|Street names||The pill|
|Medical names||Combined Oral Contraceptives, COC|
|It lasts||1 day (needs to be taken daily to have ongoing effect)|
|Fertility||Ovulation returns quickly once stopped|
|Who can use it?||People with a vagina and uterus of any age from menarche to menopause|
|Hormones||Contains oestrogen and progestogen hormones|
|Visibility||Discreet but you need to store the packets|
|STIs||No protection ?|
|Side effects||Headaches, nausea, breast tenderness, bloating, uterine bleeding. Allow 6 months to adjust to the hormones|
|Cost||Between $7 and $40 for a 3—4 month supply, depending on the brand and if you have a Healthcare card or private script|
|Where to get it||Visit a reproductive and sexual health clinic or your local doctor. You may need to visit a pharmacy to pick up a prescription|
How does it work?
The hormones prevent ovulation so there are no eggs (ova) released from the ovaries. It also changes the mucus of the cervix, making it harder for any sperm to enter the uterus. This prevents pregnancy.
Each individual pill contains a small mixture of progestogen and oestrogen hormones, and the amount and type of each hormone differs depending on the brand and design. There are over 30 brands of daily combined contraceptive pills available in Australia. Most packets have 28 pills, but some only have 21 pills.
You will still need to consider the risk of Sexually Transmitted Infections (STIs) every time you have sex.
What’s it like to use?
Most people find the pill easy to swallow as it is smaller than other tablets and multivitamins.
After 21 days of taking hormonal pills, you will either take a 7 day break without pills or you will take 7 of non-hormonal (sugar) pills. During that time you will experience a uterine bleed, which is similar to a menstrual bleed but is usually lighter.
Some brands of pills are monophasic, meaning that each pill has the same amount of progestogen and oestrogen hormone. Other brands are triphasic, meaning that the amount of hormones may differ each week.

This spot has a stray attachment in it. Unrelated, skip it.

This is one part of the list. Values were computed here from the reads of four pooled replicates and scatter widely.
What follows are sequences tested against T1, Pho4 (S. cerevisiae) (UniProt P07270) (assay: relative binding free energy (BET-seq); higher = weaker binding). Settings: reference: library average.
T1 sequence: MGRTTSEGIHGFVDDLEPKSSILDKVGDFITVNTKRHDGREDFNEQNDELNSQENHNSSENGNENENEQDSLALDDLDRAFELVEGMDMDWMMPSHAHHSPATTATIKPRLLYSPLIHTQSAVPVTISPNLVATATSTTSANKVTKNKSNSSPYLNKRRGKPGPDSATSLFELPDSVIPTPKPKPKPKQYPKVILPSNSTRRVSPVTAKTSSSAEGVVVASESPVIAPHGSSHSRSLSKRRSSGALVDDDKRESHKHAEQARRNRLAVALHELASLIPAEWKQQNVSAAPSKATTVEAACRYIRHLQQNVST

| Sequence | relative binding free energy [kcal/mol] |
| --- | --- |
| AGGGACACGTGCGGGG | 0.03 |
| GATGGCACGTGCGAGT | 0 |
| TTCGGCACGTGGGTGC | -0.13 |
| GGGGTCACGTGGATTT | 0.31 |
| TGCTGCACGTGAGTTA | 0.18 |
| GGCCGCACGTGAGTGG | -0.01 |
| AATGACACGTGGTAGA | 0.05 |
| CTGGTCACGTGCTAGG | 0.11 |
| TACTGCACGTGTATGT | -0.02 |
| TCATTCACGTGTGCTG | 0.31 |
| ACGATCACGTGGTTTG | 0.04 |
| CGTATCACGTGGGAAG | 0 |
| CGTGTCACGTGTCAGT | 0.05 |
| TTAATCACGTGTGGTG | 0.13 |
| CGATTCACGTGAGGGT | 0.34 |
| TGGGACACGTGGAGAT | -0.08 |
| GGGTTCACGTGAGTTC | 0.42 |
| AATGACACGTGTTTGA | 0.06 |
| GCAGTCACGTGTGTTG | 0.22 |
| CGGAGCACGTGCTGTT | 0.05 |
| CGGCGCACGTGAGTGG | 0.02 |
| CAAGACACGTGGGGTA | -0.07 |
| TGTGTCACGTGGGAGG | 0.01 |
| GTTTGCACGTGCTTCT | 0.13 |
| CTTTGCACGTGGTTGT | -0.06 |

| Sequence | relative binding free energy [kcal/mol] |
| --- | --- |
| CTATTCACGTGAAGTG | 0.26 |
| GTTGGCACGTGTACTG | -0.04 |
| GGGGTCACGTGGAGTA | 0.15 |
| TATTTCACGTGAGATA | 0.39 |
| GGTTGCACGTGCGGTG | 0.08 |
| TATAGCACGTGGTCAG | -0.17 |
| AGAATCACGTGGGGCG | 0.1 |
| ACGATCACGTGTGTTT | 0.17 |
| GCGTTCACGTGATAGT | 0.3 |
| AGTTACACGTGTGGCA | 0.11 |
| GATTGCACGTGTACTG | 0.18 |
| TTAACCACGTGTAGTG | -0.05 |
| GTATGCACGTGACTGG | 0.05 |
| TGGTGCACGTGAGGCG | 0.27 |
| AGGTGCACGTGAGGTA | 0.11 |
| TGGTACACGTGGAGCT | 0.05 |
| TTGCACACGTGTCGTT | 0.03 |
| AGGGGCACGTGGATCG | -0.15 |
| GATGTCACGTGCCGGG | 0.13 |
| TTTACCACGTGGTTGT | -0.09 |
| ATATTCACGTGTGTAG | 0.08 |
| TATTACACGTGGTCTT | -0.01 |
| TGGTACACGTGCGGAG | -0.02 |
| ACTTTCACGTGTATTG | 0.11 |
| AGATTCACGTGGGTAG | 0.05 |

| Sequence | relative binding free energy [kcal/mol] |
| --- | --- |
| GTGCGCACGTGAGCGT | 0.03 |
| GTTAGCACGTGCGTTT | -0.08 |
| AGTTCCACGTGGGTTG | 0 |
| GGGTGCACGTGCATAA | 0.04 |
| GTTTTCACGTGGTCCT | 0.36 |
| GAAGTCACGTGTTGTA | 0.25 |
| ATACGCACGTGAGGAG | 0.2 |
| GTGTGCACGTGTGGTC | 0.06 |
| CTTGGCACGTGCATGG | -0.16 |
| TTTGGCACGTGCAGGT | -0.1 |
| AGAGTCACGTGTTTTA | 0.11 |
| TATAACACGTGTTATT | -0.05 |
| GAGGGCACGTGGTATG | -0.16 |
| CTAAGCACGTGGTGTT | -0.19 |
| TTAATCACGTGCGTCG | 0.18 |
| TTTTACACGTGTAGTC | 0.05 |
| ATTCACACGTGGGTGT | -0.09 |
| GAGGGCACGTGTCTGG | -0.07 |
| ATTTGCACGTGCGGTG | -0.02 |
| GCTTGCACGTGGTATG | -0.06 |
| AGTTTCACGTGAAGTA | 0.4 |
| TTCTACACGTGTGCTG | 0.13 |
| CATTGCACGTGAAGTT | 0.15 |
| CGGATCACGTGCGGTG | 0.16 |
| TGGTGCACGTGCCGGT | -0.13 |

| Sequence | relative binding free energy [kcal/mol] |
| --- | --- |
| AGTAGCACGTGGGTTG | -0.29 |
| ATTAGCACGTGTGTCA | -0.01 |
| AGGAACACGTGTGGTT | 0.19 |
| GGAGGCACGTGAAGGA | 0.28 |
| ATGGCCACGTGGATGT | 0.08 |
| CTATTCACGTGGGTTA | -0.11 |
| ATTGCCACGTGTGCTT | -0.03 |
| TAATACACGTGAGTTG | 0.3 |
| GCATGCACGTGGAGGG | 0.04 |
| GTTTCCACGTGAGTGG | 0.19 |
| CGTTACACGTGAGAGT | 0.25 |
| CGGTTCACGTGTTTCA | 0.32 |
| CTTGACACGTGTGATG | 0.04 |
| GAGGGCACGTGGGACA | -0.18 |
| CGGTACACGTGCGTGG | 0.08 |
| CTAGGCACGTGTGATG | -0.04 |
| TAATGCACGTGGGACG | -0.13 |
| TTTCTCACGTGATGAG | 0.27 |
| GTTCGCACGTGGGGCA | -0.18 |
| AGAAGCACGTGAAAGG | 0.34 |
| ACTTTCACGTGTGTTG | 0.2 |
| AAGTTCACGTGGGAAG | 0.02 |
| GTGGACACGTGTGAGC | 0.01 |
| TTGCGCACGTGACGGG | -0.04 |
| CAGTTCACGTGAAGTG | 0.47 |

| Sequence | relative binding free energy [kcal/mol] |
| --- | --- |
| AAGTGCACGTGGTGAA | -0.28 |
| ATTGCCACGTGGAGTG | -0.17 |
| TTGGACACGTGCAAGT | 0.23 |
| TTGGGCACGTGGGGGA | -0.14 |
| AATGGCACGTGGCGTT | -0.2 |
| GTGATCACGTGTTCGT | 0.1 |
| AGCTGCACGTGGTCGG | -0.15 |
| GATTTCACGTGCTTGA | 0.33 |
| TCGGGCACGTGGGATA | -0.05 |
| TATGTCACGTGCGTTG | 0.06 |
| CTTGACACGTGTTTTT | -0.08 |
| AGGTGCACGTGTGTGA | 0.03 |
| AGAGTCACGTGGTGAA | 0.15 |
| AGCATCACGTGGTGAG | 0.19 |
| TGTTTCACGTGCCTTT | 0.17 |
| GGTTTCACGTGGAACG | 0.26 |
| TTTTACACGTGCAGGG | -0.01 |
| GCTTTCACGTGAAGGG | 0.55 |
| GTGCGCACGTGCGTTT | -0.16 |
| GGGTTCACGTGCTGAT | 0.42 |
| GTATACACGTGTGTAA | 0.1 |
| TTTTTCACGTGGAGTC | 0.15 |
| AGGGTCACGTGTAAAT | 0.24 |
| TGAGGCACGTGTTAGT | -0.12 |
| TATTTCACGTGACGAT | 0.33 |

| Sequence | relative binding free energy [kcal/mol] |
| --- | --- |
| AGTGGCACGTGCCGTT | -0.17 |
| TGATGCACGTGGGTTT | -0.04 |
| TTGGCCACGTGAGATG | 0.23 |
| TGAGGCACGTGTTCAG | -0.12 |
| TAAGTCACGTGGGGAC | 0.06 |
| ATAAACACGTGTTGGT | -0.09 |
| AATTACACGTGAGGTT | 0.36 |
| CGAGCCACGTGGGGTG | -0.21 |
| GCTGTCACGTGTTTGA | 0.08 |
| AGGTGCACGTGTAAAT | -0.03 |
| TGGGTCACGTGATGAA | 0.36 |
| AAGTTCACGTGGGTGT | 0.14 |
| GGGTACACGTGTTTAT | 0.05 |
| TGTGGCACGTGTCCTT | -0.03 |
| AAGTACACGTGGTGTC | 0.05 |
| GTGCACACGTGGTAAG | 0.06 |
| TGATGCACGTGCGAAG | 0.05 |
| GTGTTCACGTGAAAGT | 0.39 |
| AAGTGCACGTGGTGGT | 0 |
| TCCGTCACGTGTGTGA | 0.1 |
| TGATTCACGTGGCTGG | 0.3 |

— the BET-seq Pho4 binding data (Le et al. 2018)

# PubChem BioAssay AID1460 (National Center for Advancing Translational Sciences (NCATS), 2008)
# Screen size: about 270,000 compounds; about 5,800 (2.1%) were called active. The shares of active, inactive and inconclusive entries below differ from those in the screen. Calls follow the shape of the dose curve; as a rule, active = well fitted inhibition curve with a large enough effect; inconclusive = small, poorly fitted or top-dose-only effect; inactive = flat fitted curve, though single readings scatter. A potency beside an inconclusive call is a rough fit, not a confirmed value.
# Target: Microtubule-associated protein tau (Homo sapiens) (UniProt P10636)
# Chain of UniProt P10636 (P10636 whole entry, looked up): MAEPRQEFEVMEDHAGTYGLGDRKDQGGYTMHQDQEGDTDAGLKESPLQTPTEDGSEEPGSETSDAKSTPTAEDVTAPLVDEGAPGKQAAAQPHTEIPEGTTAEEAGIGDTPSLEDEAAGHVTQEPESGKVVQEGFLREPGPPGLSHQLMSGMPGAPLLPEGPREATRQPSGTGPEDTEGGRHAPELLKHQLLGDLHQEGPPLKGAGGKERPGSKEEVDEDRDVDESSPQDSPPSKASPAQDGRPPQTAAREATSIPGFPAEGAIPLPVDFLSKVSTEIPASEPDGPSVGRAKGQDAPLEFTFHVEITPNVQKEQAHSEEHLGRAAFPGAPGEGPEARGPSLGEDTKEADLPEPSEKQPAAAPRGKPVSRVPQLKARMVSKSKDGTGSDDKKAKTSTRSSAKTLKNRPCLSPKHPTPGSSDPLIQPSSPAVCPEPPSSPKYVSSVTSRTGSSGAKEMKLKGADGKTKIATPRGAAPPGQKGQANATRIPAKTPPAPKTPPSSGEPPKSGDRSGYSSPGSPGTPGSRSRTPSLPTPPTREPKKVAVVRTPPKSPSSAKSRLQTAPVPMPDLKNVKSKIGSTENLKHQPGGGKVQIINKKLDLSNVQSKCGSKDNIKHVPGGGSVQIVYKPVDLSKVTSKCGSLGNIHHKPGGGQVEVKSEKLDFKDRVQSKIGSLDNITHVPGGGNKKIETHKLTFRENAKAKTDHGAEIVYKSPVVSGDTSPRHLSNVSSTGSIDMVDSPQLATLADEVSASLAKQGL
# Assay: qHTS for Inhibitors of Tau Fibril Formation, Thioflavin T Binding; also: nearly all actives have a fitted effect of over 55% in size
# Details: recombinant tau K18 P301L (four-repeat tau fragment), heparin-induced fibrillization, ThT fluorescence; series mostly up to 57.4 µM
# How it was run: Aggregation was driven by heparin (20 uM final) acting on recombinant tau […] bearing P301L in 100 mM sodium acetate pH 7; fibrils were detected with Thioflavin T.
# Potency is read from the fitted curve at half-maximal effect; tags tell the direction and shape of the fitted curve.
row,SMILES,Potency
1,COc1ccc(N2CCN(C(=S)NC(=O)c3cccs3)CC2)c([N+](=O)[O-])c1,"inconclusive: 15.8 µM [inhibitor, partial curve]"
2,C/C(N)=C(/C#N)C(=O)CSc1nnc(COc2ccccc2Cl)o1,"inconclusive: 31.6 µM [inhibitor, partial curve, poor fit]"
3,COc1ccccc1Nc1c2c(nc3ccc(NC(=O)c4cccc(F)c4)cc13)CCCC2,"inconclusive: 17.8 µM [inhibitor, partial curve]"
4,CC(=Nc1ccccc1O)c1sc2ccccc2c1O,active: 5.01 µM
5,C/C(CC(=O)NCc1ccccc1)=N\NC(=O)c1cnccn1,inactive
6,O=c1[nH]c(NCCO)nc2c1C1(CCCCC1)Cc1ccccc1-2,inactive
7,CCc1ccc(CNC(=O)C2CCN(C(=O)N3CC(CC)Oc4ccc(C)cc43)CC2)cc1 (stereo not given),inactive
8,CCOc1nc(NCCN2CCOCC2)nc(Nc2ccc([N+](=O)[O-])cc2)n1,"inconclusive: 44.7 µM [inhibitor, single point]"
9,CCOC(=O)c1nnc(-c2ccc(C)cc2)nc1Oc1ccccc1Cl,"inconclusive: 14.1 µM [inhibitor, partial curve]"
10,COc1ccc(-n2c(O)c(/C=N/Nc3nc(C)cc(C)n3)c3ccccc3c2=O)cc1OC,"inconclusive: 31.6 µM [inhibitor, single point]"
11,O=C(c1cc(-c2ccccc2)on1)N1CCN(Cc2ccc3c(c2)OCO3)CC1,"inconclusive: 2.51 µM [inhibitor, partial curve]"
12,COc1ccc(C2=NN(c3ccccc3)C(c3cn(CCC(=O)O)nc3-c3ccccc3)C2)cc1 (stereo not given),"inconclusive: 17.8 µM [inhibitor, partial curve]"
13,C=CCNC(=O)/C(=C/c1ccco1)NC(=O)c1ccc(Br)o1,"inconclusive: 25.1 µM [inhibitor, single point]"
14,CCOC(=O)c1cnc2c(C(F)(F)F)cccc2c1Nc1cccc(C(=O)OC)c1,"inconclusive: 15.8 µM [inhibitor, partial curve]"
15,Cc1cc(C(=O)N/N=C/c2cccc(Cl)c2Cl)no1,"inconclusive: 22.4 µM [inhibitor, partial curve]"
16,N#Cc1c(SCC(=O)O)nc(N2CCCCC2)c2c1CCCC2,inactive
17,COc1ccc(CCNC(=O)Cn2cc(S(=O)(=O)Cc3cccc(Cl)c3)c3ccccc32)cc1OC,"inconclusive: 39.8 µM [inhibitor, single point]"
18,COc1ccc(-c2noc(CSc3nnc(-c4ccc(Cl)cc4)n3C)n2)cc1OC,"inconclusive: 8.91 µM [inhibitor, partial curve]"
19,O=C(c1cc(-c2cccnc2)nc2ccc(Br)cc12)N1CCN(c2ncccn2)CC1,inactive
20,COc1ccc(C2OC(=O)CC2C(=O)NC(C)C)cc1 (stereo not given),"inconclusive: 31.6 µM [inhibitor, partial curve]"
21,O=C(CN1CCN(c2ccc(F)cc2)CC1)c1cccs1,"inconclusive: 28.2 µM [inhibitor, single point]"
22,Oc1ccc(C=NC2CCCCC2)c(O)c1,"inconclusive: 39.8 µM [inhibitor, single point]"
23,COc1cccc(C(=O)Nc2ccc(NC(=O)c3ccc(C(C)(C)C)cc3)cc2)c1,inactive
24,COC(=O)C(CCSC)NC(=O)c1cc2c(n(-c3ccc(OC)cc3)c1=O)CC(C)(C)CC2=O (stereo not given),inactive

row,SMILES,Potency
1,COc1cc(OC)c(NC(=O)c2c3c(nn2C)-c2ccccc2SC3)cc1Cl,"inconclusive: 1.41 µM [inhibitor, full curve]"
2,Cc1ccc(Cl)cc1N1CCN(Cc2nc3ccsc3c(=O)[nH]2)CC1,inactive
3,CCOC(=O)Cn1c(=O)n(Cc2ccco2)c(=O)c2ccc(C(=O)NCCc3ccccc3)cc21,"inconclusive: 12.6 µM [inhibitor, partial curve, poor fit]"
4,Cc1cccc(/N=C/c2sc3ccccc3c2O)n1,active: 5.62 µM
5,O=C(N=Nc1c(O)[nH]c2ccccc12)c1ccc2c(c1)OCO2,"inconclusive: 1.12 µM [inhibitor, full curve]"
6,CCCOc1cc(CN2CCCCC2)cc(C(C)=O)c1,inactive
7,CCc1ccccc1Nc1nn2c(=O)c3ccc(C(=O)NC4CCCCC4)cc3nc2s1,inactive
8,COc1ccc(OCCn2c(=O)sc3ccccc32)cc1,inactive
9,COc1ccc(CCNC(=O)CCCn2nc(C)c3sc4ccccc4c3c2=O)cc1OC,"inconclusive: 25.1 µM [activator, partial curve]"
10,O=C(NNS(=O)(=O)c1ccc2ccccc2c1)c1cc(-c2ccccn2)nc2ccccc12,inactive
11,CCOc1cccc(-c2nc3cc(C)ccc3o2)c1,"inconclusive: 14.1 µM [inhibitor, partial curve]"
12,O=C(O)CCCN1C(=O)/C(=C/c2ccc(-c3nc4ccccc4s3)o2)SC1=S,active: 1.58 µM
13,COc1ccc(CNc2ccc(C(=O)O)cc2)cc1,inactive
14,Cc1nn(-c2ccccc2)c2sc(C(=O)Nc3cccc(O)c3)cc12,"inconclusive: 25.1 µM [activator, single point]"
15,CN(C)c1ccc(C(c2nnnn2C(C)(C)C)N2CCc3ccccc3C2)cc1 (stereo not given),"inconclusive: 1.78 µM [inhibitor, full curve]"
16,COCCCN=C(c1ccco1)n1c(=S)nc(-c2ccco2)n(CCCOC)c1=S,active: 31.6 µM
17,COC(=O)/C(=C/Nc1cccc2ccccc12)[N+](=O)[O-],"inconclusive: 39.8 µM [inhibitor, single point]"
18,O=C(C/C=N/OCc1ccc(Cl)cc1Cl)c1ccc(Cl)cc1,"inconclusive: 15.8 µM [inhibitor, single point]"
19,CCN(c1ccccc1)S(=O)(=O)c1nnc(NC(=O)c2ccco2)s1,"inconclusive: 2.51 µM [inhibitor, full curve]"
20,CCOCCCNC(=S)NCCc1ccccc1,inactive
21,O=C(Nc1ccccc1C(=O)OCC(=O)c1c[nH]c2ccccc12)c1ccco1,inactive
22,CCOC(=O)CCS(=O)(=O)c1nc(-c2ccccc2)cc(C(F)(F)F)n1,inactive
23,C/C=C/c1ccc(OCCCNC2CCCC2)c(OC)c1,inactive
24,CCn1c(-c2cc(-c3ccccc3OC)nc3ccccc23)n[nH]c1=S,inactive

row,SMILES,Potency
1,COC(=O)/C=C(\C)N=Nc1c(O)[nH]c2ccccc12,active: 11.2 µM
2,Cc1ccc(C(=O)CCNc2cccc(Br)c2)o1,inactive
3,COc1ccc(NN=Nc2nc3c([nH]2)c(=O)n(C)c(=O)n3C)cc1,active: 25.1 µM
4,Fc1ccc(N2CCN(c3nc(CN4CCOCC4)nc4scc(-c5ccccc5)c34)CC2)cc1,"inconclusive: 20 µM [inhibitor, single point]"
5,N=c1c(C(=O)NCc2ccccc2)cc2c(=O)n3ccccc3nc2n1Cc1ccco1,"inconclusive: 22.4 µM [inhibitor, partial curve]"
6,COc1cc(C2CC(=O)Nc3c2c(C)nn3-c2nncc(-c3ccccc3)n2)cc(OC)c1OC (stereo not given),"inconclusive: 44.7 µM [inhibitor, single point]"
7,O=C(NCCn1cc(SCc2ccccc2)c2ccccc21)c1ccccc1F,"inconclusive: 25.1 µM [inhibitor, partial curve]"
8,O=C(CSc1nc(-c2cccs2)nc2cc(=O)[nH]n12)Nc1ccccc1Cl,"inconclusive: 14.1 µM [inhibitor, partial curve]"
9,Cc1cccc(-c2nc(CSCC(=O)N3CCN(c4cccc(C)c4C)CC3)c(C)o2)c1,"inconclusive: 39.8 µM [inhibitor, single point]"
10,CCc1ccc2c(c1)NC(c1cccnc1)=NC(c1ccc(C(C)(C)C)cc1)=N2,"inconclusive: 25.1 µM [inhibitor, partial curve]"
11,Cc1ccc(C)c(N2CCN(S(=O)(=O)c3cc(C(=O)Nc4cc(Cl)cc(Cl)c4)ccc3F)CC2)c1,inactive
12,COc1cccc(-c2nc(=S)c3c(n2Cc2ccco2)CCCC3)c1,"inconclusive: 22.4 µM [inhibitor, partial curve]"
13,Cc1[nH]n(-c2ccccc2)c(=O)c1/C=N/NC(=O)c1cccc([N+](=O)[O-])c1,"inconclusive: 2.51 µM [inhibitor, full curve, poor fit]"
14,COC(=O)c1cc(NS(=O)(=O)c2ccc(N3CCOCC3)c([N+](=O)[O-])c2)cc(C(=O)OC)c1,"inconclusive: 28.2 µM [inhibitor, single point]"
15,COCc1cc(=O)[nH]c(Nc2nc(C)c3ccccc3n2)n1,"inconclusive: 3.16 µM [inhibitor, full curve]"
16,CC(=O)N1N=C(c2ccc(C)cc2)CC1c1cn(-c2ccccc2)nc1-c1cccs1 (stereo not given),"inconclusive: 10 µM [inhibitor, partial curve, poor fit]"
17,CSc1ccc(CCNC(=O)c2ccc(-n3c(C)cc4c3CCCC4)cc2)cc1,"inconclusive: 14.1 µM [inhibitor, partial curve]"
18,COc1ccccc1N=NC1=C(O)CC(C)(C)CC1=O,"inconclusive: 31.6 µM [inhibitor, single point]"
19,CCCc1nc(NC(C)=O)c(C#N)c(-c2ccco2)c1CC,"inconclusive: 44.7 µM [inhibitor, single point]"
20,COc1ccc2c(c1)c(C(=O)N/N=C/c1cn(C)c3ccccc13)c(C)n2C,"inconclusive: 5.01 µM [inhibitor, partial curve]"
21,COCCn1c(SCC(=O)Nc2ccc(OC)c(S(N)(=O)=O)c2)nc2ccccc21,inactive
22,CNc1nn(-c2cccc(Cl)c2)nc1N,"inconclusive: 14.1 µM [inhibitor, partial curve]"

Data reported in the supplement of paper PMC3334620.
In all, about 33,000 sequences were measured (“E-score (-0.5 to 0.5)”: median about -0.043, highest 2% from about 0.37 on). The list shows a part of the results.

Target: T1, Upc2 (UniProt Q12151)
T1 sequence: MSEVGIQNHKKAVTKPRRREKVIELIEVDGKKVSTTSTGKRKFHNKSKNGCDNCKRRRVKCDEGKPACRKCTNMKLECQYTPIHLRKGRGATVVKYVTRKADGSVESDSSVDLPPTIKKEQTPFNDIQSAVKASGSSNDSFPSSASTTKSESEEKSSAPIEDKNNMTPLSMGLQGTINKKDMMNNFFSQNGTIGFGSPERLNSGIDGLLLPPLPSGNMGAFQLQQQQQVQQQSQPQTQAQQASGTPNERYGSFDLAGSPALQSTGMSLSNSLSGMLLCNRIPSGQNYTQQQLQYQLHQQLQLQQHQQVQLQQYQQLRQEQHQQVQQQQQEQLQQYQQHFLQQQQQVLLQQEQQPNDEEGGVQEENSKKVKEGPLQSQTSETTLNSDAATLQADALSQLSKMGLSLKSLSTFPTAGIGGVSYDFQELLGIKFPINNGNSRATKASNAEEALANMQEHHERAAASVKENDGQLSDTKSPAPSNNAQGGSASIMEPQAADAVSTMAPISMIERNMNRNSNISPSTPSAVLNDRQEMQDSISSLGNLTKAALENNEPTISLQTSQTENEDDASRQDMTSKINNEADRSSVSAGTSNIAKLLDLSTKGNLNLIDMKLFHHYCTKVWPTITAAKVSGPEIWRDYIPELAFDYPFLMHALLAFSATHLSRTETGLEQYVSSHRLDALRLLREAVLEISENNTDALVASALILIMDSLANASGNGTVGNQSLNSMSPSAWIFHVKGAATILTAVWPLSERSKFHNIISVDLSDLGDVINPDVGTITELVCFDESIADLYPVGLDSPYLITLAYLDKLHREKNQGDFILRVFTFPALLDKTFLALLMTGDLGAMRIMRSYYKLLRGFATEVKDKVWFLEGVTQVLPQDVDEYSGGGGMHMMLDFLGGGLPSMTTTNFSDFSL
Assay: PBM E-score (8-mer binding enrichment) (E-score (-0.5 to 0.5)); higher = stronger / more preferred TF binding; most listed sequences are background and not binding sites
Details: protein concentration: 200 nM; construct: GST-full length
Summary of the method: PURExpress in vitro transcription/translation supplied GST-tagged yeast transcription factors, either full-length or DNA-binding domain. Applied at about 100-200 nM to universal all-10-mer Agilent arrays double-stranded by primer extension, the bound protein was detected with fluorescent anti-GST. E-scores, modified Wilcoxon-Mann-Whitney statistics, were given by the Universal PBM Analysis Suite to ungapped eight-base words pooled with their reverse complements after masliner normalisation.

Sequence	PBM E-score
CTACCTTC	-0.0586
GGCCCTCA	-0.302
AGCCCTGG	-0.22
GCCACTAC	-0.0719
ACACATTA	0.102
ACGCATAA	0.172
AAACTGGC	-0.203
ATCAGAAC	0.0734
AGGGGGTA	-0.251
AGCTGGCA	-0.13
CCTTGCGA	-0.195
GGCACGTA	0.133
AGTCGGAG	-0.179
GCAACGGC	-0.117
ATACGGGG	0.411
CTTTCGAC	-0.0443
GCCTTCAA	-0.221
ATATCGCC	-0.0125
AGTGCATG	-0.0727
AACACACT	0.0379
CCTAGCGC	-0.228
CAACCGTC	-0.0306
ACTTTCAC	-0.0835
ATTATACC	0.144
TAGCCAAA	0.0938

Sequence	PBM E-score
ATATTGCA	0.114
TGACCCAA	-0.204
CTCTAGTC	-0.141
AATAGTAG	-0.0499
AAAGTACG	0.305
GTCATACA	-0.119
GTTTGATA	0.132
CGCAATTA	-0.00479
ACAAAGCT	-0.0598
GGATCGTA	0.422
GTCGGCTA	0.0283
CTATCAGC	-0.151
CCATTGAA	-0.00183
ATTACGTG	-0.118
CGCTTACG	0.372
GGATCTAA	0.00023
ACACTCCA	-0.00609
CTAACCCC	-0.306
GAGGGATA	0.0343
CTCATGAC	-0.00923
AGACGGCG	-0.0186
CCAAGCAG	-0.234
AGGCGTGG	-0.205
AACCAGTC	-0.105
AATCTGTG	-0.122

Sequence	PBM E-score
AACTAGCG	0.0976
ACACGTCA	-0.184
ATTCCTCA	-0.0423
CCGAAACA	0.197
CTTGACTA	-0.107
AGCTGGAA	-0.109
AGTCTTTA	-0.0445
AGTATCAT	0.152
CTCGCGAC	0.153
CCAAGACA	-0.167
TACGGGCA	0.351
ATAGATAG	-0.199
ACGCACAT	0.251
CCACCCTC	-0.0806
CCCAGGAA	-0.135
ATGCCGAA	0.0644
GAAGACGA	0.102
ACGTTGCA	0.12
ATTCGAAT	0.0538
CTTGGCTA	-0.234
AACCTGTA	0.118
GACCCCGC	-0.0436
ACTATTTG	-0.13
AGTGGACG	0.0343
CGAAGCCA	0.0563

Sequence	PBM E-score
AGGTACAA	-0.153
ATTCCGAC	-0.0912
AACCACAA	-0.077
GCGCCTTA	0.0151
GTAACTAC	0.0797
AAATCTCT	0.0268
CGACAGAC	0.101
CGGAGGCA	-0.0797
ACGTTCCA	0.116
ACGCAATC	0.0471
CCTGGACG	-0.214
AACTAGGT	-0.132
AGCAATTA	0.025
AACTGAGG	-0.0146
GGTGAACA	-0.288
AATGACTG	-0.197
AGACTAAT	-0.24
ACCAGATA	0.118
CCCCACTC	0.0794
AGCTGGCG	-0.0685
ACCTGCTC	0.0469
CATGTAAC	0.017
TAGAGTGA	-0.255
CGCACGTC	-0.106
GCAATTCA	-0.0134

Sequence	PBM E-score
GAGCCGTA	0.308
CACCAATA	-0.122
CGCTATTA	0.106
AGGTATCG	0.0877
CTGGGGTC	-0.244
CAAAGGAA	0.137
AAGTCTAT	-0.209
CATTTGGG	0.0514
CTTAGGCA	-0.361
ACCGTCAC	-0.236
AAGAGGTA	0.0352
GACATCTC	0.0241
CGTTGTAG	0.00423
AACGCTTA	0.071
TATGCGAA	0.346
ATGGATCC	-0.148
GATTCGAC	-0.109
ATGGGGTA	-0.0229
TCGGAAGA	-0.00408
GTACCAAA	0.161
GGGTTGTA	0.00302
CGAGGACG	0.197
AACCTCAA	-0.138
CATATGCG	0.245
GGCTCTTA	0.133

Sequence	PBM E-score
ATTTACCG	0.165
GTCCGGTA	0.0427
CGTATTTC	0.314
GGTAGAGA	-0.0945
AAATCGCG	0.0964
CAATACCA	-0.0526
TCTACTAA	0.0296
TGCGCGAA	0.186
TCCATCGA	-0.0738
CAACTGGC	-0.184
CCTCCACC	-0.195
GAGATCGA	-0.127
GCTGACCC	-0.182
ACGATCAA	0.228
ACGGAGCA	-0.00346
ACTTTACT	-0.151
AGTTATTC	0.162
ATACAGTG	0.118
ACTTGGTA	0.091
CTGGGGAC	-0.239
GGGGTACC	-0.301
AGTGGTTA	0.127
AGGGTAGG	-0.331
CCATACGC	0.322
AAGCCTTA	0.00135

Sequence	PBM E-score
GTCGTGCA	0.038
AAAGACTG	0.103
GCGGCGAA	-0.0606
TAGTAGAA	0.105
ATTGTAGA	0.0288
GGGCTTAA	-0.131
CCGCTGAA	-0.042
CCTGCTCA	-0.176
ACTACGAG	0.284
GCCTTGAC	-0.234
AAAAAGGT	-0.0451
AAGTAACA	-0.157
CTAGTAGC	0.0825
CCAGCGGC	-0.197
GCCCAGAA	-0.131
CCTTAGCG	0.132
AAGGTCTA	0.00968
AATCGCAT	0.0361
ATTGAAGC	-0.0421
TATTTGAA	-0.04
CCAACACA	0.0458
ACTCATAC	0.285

Tricycling is possible if your pill brand is monophasic. Tricycling involves using 3 packets of hormonal pills in a row without a break. It means you experience uterine bleeds less often. Before you experiment with tricycling, discuss it during an appointment with a reproductive and sexual health clinician or your local doctor.
What if I forget about it?
To be effective you need to remember to take the pill regularly every day.
- If you took the last pill within the past 48 hours (if it is up to 24 hours late): take the missed pill immediately. Your contraception will continue working.
- If you took the last pill more than 48 hours ago (if it is more than 24 hours late): take two pills, and then continue taking the pills as normal. You will need to use an alternative contraception method for 7 days. If you have had unprotected penis in vagina (PIV) sex, you may need to consider emergency contraception.
Who can use it?
People with a vagina and uterus of any age, from menarche to menopause.
The pill needs to be taken daily. If you are someone who is likely to forget, or if you do not have regular routine, consider a different contraceptive method.